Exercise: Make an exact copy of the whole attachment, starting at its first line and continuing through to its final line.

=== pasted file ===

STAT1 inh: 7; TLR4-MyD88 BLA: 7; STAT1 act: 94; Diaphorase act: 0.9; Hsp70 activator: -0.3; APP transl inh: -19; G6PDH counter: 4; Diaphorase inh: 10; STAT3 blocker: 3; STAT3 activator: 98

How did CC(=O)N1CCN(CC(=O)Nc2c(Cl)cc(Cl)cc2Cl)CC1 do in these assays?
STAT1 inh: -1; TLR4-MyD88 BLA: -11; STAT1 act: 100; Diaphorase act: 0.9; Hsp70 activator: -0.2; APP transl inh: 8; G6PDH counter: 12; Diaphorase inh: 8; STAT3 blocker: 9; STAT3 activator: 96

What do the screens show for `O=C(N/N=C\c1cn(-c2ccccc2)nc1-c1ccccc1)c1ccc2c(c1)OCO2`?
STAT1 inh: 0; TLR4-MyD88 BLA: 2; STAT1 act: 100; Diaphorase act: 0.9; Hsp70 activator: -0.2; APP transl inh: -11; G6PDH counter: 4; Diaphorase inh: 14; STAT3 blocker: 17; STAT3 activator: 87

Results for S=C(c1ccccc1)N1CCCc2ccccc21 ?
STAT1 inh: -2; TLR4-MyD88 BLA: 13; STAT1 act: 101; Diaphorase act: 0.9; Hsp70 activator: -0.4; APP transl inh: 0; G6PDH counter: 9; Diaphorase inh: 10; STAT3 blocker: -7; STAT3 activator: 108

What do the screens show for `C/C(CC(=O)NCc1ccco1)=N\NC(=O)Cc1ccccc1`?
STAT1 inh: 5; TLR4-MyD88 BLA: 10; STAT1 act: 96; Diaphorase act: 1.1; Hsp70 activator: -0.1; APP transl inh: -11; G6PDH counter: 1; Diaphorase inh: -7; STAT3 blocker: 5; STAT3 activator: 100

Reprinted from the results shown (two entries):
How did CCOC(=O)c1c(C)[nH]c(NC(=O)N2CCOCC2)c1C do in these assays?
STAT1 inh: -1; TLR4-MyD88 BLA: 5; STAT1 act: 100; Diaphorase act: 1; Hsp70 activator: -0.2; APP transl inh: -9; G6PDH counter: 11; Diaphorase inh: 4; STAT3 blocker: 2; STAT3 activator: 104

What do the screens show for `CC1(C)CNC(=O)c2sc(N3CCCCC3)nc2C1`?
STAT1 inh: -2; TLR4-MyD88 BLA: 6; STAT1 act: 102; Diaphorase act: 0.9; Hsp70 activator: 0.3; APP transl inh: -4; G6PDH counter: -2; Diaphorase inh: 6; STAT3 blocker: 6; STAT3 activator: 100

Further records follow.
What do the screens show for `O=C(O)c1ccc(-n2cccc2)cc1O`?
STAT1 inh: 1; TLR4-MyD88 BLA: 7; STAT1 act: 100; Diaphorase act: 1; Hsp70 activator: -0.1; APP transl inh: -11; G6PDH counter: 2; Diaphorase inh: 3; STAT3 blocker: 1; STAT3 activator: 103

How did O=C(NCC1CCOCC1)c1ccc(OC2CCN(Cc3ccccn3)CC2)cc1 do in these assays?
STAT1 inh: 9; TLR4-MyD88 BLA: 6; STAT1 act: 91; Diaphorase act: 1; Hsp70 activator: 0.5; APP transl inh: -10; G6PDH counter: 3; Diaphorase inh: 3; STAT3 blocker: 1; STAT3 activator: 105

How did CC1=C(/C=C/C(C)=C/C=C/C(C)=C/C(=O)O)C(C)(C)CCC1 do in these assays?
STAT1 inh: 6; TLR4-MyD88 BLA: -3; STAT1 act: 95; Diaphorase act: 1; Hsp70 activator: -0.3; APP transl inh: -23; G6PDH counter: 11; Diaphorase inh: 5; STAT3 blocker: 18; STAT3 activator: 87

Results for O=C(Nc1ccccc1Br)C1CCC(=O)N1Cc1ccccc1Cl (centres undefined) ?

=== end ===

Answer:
STAT1 inh: 7; TLR4-MyD88 BLA: 7; STAT1 act: 94; Diaphorase act: 0.9; Hsp70 activator: -0.3; APP transl inh: -19; G6PDH counter: 4; Diaphorase inh: 10; STAT3 blocker: 3; STAT3 activator: 98

How did CC(=O)N1CCN(CC(=O)Nc2c(Cl)cc(Cl)cc2Cl)CC1 do in these assays?
STAT1 inh: -1; TLR4-MyD88 BLA: -11; STAT1 act: 100; Diaphorase act: 0.9; Hsp70 activator: -0.2; APP transl inh: 8; G6PDH counter: 12; Diaphorase inh: 8; STAT3 blocker: 9; STAT3 activator: 96

What do the screens show for `O=C(N/N=C\c1cn(-c2ccccc2)nc1-c1ccccc1)c1ccc2c(c1)OCO2`?
STAT1 inh: 0; TLR4-MyD88 BLA: 2; STAT1 act: 100; Diaphorase act: 0.9; Hsp70 activator: -0.2; APP transl inh: -11; G6PDH counter: 4; Diaphorase inh: 14; STAT3 blocker: 17; STAT3 activator: 87

Results for S=C(c1ccccc1)N1CCCc2ccccc21 ?
STAT1 inh: -2; TLR4-MyD88 BLA: 13; STAT1 act: 101; Diaphorase act: 0.9; Hsp70 activator: -0.4; APP transl inh: 0; G6PDH counter: 9; Diaphorase inh: 10; STAT3 blocker: -7; STAT3 activator: 108

What do the screens show for `C/C(CC(=O)NCc1ccco1)=N\NC(=O)Cc1ccccc1`?
STAT1 inh: 5; TLR4-MyD88 BLA: 10; STAT1 act: 96; Diaphorase act: 1.1; Hsp70 activator: -0.1; APP transl inh: -11; G6PDH counter: 1; Diaphorase inh: -7; STAT3 blocker: 5; STAT3 activator: 100

Reprinted from the results shown (two entries):
How did CCOC(=O)c1c(C)[nH]c(NC(=O)N2CCOCC2)c1C do in these assays?
STAT1 inh: -1; TLR4-MyD88 BLA: 5; STAT1 act: 100; Diaphorase act: 1; Hsp70 activator: -0.2; APP transl inh: -9; G6PDH counter: 11; Diaphorase inh: 4; STAT3 blocker: 2; STAT3 activator: 104

What do the screens show for `CC1(C)CNC(=O)c2sc(N3CCCCC3)nc2C1`?
STAT1 inh: -2; TLR4-MyD88 BLA: 6; STAT1 act: 102; Diaphorase act: 0.9; Hsp70 activator: 0.3; APP transl inh: -4; G6PDH counter: -2; Diaphorase inh: 6; STAT3 blocker: 6; STAT3 activator: 100

Further records follow.
What do the screens show for `O=C(O)c1ccc(-n2cccc2)cc1O`?
STAT1 inh: 1; TLR4-MyD88 BLA: 7; STAT1 act: 100; Diaphorase act: 1; Hsp70 activator: -0.1; APP transl inh: -11; G6PDH counter: 2; Diaphorase inh: 3; STAT3 blocker: 1; STAT3 activator: 103

How did O=C(NCC1CCOCC1)c1ccc(OC2CCN(Cc3ccccn3)CC2)cc1 do in these assays?
STAT1 inh: 9; TLR4-MyD88 BLA: 6; STAT1 act: 91; Diaphorase act: 1; Hsp70 activator: 0.5; APP transl inh: -10; G6PDH counter: 3; Diaphorase inh: 3; STAT3 blocker: 1; STAT3 activator: 105

How did CC1=C(/C=C/C(C)=C/C=C/C(C)=C/C(=O)O)C(C)(C)CCC1 do in these assays?
STAT1 inh: 6; TLR4-MyD88 BLA: -3; STAT1 act: 95; Diaphorase act: 1; Hsp70 activator: -0.3; APP transl inh: -23; G6PDH counter: 11; Diaphorase inh: 5; STAT3 blocker: 18; STAT3 activator: 87

Results for O=C(Nc1ccccc1Br)C1CCC(=O)N1Cc1ccccc1Cl (centres undefined) ?